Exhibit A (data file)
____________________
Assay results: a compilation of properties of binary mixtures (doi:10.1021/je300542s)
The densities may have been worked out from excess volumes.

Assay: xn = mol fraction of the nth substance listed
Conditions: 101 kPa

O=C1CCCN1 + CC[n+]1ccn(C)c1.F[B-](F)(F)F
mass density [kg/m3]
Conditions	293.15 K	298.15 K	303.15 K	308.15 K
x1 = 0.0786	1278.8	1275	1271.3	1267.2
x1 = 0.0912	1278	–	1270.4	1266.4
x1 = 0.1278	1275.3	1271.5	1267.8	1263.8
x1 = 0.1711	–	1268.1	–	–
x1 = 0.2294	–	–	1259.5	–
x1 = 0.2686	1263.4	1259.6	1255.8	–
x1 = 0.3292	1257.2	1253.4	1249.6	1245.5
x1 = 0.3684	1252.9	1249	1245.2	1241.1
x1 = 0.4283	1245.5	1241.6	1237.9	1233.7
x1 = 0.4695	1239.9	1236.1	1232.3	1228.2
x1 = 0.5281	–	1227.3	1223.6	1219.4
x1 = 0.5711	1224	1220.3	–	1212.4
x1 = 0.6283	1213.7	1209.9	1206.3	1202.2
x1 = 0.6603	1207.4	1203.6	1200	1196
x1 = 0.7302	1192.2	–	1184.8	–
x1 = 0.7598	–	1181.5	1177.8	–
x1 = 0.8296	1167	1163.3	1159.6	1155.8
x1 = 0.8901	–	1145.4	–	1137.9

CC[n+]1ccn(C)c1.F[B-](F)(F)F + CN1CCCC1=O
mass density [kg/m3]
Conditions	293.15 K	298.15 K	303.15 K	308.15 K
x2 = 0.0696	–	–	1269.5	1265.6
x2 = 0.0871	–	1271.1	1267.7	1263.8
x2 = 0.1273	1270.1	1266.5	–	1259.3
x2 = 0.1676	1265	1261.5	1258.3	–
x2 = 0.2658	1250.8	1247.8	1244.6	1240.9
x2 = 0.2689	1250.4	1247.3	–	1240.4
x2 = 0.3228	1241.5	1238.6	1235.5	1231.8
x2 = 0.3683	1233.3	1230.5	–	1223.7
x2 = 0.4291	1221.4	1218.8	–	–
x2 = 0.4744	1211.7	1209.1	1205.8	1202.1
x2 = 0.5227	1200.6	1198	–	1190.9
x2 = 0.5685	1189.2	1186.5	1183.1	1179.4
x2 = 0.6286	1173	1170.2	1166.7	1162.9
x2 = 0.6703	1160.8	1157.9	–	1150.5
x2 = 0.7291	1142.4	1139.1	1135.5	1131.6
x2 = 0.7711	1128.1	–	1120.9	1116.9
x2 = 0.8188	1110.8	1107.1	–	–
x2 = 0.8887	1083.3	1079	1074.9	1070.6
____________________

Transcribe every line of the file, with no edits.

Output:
Assay results: a compilation of properties of binary mixtures (doi:10.1021/je300542s)
The densities may have been worked out from excess volumes.

Assay: xn = mol fraction of the nth substance listed
Conditions: 101 kPa

O=C1CCCN1 + CC[n+]1ccn(C)c1.F[B-](F)(F)F
mass density [kg/m3]
Conditions	293.15 K	298.15 K	303.15 K	308.15 K
x1 = 0.0786	1278.8	1275	1271.3	1267.2
x1 = 0.0912	1278	–	1270.4	1266.4
x1 = 0.1278	1275.3	1271.5	1267.8	1263.8
x1 = 0.1711	–	1268.1	–	–
x1 = 0.2294	–	–	1259.5	–
x1 = 0.2686	1263.4	1259.6	1255.8	–
x1 = 0.3292	1257.2	1253.4	1249.6	1245.5
x1 = 0.3684	1252.9	1249	1245.2	1241.1
x1 = 0.4283	1245.5	1241.6	1237.9	1233.7
x1 = 0.4695	1239.9	1236.1	1232.3	1228.2
x1 = 0.5281	–	1227.3	1223.6	1219.4
x1 = 0.5711	1224	1220.3	–	1212.4
x1 = 0.6283	1213.7	1209.9	1206.3	1202.2
x1 = 0.6603	1207.4	1203.6	1200	1196
x1 = 0.7302	1192.2	–	1184.8	–
x1 = 0.7598	–	1181.5	1177.8	–
x1 = 0.8296	1167	1163.3	1159.6	1155.8
x1 = 0.8901	–	1145.4	–	1137.9

CC[n+]1ccn(C)c1.F[B-](F)(F)F + CN1CCCC1=O
mass density [kg/m3]
Conditions	293.15 K	298.15 K	303.15 K	308.15 K
x2 = 0.0696	–	–	1269.5	1265.6
x2 = 0.0871	–	1271.1	1267.7	1263.8
x2 = 0.1273	1270.1	1266.5	–	1259.3
x2 = 0.1676	1265	1261.5	1258.3	–
x2 = 0.2658	1250.8	1247.8	1244.6	1240.9
x2 = 0.2689	1250.4	1247.3	–	1240.4
x2 = 0.3228	1241.5	1238.6	1235.5	1231.8
x2 = 0.3683	1233.3	1230.5	–	1223.7
x2 = 0.4291	1221.4	1218.8	–	–
x2 = 0.4744	1211.7	1209.1	1205.8	1202.1
x2 = 0.5227	1200.6	1198	–	1190.9
x2 = 0.5685	1189.2	1186.5	1183.1	1179.4
x2 = 0.6286	1173	1170.2	1166.7	1162.9
x2 = 0.6703	1160.8	1157.9	–	1150.5
x2 = 0.7291	1142.4	1139.1	1135.5	1131.6
x2 = 0.7711	1128.1	–	1120.9	1116.9
x2 = 0.8188	1110.8	1107.1	–	–
x2 = 0.8887	1083.3	1079	1074.9	1070.6